Turning briefly to
KPI interaction system 700 can also be employed to retrieve information about or discover KPIs as well as executing queries on KPIs and returning results. Conventionally, stand-alone KPI applications contain the definitions and executable code for generating KPIs. However, in accordance with an aspect of the subject inventions, client applications that wish to use or support KPIs need a mechanism to determine what KPIs are available for their use. System 700 provides such a mechanism. In particular, receiver component 710 can receive a request for information regarding KPIs, such as a list thereof. For example, the request can be in the form of query or command such as DiscoverKPIs( ). The retriever component, upon receipt of this request, can query a data source and retrieve information regarding all available KPIs (i.e., defined KPIs). This information can include such things as the name of the KPI, the id, a description of the KPI, display folder, and/or other KPI attribute or element data. According to one aspect of the invention the KPI component definitions can be store in a marked up format such as XML, hence results can be returned in the same format. For example:
<DiscoverResponse> <return> <root> <row> <KPI_NAME>Gross Profit Margin</KPI_NAME> <KPI_ID> . . . </KPI_ID> . . . </row> <row> <KPI_NAME>Operating Profit</KPI_NAME> <KPI_ID> . . . </KPI_ID> . . . </row> </root> </return> </DiscoverResponse>
It should be noted and appreciated that the discover request or query can be limited by restrictive constraints to return only specifically desired information in a particular format, for example a list of KPI names and descriptions. Furthermore, it should be appreciated that the subject invention can be implemented using a variety of systems and interfaces. Accordingly, commands, queries, functions, and return types may vary based on specific implementation details. For example, in a specific implementation where the OLE DB is employed to retrieve data from a data source the return type can be a schema rowset.
Extension system 800 includes KPI component 134, extension component 810 and linking component 820. As previously discussed, a KPI component 134 defines a KPI via a collection of attributes or elements. Extension component 810 can provide one or more additional attributes or elements. Linking component 820 can link or tie the extension component 810 to the KPI component 134. This linking extends the original attributes or elements provided by the KPI component with the new attributes or elements provided by the extension component. In accordance with one aspect of the invention, such a mechanism can correspond to placing a link or pointer into a designated attribute of the KPI component such as the annotation attribute. If the KPIs are defined in a markup language such as XML, then the extension component can be defined similarly. System 800 therefore enables dramatic extension of KPI information.
Such an interface component 120 can employ extended versions of conventional technologies including but in not limited to XMLA, OLE DB/OLAP, ADOMD.net, and JDBC. XMLA (XML for Analysis) is a simply object access protocol (SOAP) based XML application program interface (API). It standardizes data access to a data provider over a network, such as the Internet. It requires no client application software, and provides to access methods Discover and Execute. Discover is a command that can be utilized to obtain metadata such as available data sources and their properties. Execute can be employed to execute multidimensional expressions (MDX) or commands to query and retrieve data from a data source. In conjunction with aspects of the subject invention, XMLA can be employed to discover KPI components and execute MDX commands to retrieve specific KPI data elements or values. The other mentioned technologies are more proprietary or implementation specific. OLE DB/OLAP is a low level API for accessing data from a data source. ADOBD.net is a data access interface the facilitates retrieval of multidimensional data and data object such as CubeDef, dimension, level, member for the Visual Basic programming language. Similarly, JDBC (Java DataBase Connectivity) provides a programming interface for connecting to databases from programs written in Java. The subject invention contemplates modifications to the aforementioned and other interfaces or components thereof to support discovery of stored KPI components and retrieval of KPI data such as attributes and values from a data source.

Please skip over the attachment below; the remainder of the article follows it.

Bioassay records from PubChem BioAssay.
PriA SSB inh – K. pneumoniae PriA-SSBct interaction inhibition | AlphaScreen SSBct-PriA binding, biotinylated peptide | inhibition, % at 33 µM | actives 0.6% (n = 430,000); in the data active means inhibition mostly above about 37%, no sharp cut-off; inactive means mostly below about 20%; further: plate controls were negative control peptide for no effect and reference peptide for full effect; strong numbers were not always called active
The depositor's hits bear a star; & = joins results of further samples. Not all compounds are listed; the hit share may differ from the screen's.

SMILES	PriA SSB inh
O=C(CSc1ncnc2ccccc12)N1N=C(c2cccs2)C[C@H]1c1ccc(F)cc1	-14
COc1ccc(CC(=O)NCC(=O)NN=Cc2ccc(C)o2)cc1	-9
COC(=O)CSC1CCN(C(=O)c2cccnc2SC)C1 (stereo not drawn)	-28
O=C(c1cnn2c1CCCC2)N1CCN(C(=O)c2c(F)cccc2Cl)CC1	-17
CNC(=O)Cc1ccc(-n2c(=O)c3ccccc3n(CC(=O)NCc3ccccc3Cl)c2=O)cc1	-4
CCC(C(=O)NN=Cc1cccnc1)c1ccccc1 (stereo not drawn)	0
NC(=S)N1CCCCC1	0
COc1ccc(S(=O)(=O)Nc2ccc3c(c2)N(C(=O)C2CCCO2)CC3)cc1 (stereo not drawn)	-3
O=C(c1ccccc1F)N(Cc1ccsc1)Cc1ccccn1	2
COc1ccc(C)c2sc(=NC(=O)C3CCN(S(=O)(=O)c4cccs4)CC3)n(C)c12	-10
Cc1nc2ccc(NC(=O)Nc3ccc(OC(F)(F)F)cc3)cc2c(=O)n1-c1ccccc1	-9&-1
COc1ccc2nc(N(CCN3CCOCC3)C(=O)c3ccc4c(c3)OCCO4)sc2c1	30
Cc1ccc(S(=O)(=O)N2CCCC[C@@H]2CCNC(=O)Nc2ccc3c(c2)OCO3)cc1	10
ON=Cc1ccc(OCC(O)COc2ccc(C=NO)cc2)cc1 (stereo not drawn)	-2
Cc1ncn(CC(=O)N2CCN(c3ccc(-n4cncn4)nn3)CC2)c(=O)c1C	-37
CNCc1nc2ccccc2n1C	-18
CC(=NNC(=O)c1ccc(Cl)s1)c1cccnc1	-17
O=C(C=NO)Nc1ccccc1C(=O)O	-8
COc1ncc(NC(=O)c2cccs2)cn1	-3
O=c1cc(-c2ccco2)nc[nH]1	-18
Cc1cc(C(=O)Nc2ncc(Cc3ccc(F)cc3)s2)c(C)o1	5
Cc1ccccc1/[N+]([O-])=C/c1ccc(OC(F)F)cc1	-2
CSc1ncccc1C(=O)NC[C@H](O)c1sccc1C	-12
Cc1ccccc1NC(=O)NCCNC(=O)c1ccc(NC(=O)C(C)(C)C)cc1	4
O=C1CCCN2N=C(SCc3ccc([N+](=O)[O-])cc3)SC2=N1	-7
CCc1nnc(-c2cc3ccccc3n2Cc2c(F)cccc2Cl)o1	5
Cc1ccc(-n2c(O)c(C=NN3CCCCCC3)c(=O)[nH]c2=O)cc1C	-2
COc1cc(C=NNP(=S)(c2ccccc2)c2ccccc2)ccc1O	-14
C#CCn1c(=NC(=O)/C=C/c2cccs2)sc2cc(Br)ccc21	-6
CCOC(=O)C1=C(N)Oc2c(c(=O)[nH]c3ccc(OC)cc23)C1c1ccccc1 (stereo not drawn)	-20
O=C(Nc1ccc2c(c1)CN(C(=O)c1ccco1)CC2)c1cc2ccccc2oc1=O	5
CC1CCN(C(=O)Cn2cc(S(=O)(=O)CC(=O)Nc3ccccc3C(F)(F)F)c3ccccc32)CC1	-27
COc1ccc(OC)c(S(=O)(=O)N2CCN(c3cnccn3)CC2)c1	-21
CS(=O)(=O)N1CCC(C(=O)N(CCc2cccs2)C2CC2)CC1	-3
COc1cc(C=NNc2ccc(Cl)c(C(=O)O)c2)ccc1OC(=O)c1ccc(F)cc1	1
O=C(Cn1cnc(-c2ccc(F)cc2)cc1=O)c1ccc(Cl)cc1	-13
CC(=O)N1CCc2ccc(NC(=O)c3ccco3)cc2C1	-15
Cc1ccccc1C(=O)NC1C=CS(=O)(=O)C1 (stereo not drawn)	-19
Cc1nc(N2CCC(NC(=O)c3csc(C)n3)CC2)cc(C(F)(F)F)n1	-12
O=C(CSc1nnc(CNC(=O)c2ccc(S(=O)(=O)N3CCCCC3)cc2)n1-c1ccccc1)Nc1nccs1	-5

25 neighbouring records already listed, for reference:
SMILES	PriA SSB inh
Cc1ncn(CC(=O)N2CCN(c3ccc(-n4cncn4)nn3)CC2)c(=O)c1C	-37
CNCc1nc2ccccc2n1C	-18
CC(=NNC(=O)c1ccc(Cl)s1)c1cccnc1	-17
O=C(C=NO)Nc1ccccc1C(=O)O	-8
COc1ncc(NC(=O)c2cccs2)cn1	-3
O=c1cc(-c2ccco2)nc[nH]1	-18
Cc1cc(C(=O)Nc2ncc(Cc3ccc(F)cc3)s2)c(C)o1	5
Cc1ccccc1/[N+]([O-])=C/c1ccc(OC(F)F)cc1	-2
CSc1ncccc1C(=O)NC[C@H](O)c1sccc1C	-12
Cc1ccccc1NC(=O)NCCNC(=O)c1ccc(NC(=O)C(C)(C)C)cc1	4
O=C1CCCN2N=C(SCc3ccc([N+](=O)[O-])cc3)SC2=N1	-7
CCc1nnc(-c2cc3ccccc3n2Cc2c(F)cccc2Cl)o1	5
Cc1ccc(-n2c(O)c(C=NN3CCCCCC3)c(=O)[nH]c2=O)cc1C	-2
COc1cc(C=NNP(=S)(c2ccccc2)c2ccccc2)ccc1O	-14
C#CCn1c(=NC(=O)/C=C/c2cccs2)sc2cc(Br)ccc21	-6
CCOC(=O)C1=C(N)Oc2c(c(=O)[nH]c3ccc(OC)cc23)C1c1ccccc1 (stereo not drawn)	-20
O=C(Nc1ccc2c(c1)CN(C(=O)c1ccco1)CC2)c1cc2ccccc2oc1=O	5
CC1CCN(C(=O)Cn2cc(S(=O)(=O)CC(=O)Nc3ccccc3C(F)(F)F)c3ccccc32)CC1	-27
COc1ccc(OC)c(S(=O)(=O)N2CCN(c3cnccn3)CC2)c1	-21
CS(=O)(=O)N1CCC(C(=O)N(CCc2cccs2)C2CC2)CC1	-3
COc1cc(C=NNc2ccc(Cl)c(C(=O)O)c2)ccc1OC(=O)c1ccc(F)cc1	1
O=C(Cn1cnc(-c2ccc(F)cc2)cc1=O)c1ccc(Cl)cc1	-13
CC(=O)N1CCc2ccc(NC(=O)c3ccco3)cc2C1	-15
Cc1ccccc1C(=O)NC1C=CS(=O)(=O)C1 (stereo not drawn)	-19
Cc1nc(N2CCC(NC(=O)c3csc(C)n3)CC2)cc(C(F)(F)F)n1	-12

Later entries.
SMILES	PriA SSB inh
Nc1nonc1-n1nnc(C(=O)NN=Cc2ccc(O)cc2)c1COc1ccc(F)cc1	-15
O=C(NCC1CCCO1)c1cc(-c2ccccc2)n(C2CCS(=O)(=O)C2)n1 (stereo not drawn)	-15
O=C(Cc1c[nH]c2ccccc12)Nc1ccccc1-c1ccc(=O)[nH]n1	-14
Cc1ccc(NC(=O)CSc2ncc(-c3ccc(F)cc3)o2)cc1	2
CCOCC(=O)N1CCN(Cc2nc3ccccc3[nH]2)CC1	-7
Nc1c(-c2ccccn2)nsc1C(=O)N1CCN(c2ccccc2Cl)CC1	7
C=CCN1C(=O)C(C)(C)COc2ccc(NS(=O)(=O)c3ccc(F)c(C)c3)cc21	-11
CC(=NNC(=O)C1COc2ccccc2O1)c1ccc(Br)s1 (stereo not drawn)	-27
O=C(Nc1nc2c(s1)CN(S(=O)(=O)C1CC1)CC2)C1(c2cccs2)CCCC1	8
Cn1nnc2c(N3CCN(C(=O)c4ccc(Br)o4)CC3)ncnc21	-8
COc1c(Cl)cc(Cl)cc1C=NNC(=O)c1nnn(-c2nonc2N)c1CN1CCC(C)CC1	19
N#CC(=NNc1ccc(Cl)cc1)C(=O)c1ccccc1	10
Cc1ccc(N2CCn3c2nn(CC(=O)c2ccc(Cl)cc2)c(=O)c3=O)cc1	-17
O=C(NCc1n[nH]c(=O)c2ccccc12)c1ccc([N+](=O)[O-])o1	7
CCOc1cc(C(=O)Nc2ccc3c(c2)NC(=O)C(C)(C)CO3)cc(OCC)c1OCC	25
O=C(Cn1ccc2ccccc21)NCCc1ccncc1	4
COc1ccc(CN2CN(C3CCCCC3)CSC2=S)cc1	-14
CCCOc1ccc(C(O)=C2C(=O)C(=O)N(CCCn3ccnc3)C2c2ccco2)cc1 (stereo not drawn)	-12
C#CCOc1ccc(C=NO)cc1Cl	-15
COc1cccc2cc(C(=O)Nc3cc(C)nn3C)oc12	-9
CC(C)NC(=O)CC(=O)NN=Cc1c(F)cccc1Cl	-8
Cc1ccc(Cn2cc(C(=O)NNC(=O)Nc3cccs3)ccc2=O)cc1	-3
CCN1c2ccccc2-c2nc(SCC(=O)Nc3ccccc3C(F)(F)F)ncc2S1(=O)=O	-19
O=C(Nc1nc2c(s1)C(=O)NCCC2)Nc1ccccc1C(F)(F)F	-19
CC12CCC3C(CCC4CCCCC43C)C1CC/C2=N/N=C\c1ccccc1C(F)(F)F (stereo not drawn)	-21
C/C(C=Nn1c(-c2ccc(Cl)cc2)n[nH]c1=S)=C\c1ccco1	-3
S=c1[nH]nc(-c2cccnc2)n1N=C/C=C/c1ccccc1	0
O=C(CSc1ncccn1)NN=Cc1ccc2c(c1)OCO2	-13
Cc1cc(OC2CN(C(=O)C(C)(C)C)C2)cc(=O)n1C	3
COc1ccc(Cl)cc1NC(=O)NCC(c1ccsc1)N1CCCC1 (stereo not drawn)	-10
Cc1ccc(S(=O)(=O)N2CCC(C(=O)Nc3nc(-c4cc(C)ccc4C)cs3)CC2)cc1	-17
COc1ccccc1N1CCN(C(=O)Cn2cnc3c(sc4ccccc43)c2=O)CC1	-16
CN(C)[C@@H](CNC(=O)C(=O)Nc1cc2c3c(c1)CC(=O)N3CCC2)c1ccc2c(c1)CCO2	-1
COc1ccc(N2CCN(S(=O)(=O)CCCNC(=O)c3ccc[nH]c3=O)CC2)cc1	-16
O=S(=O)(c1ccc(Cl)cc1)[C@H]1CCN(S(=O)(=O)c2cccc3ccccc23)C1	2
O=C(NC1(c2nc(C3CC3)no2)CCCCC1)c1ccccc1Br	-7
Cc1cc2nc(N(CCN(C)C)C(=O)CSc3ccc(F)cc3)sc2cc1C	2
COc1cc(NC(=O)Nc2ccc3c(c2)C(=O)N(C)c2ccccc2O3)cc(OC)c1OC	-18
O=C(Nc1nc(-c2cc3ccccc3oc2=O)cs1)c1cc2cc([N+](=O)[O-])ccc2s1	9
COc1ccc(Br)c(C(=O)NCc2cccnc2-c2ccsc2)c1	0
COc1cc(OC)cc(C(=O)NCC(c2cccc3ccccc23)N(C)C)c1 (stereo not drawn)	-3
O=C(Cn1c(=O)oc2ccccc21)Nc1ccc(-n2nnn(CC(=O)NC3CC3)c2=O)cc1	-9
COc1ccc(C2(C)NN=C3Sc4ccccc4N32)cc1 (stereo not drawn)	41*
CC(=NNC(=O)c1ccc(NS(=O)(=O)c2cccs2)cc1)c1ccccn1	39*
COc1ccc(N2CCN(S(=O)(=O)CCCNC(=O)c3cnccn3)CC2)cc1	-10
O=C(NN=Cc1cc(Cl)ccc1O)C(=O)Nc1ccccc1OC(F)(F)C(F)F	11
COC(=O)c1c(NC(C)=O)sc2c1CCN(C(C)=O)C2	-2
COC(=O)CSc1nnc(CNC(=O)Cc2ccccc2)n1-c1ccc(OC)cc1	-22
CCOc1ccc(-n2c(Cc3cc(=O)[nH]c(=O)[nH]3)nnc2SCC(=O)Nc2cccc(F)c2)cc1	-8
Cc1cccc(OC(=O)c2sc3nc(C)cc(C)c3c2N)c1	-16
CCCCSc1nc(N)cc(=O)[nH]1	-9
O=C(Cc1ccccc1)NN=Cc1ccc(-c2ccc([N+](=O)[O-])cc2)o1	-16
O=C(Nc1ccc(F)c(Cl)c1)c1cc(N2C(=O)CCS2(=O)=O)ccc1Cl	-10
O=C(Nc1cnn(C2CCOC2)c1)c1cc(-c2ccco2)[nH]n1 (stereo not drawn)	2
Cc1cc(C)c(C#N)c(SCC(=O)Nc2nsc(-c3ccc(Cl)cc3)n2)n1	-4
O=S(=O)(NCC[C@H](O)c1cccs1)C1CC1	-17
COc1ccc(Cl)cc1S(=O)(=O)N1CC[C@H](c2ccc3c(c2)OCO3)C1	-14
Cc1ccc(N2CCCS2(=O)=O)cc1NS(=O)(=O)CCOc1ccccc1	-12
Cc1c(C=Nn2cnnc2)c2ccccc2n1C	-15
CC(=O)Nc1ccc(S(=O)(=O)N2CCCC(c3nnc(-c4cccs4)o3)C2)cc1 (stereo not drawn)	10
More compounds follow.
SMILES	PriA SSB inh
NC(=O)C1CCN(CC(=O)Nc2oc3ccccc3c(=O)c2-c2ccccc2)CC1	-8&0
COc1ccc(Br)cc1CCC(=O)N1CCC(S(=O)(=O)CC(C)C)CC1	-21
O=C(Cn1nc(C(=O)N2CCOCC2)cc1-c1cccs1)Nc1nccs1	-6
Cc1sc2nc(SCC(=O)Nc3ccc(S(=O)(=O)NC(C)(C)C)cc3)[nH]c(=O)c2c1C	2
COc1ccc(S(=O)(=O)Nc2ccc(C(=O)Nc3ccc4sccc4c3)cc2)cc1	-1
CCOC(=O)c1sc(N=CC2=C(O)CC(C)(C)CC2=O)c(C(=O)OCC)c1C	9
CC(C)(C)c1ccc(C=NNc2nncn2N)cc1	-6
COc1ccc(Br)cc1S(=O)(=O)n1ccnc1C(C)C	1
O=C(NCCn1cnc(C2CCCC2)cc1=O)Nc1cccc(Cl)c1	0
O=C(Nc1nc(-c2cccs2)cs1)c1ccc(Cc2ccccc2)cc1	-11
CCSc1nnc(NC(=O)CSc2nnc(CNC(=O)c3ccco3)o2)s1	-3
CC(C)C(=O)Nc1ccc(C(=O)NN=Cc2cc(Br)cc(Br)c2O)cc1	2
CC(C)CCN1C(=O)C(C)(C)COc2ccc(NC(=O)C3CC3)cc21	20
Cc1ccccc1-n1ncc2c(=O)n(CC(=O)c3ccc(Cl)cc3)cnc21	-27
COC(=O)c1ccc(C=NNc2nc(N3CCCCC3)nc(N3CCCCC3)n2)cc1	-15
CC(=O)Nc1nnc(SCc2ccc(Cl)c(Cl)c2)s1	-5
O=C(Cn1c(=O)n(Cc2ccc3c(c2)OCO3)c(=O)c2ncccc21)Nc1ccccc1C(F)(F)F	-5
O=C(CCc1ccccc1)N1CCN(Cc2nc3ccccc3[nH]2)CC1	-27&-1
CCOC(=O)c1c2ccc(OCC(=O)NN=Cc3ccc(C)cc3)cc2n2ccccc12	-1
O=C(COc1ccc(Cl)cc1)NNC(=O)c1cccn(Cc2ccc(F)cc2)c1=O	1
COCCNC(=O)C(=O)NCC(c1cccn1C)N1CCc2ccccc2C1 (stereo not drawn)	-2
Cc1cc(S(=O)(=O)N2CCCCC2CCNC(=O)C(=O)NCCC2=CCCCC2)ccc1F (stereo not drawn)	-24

In view of the exemplary systems described supra, methodologies that may be implemented in accordance with the present invention will be better appreciated with reference to the flow charts of
Additionally, it should be further appreciated that the methodologies disclosed hereinafter and throughout this specification are capable of being stored on an article of manufacture to facilitate transporting and transferring such methodologies to computers. The term article of manufacture, as used herein, is intended to encompass a computer program accessible from any computer-readable device, carrier, or media.
In order to provide a context for the various aspects of the invention,
With reference to
The system bus 1618 can be any of several types of bus structure(s) including the memory bus or memory controller, a peripheral bus or external bus, and/or a local bus using any variety of available bus architectures including, but not limited to, 11-bit bus, Industrial Standard Architecture (ISA), Micro-Channel Architecture (MSA), Extended ISA (EISA), Intelligent Drive Electronics (IDE), VESA Local Bus (VLB), Peripheral Component Interconnect (PCI), Universal Serial Bus (USB), Advanced Graphics Port (AGP), Personal Computer Memory Card International Association bus (PCMCIA), and Small Computer Systems Interface (SCSI).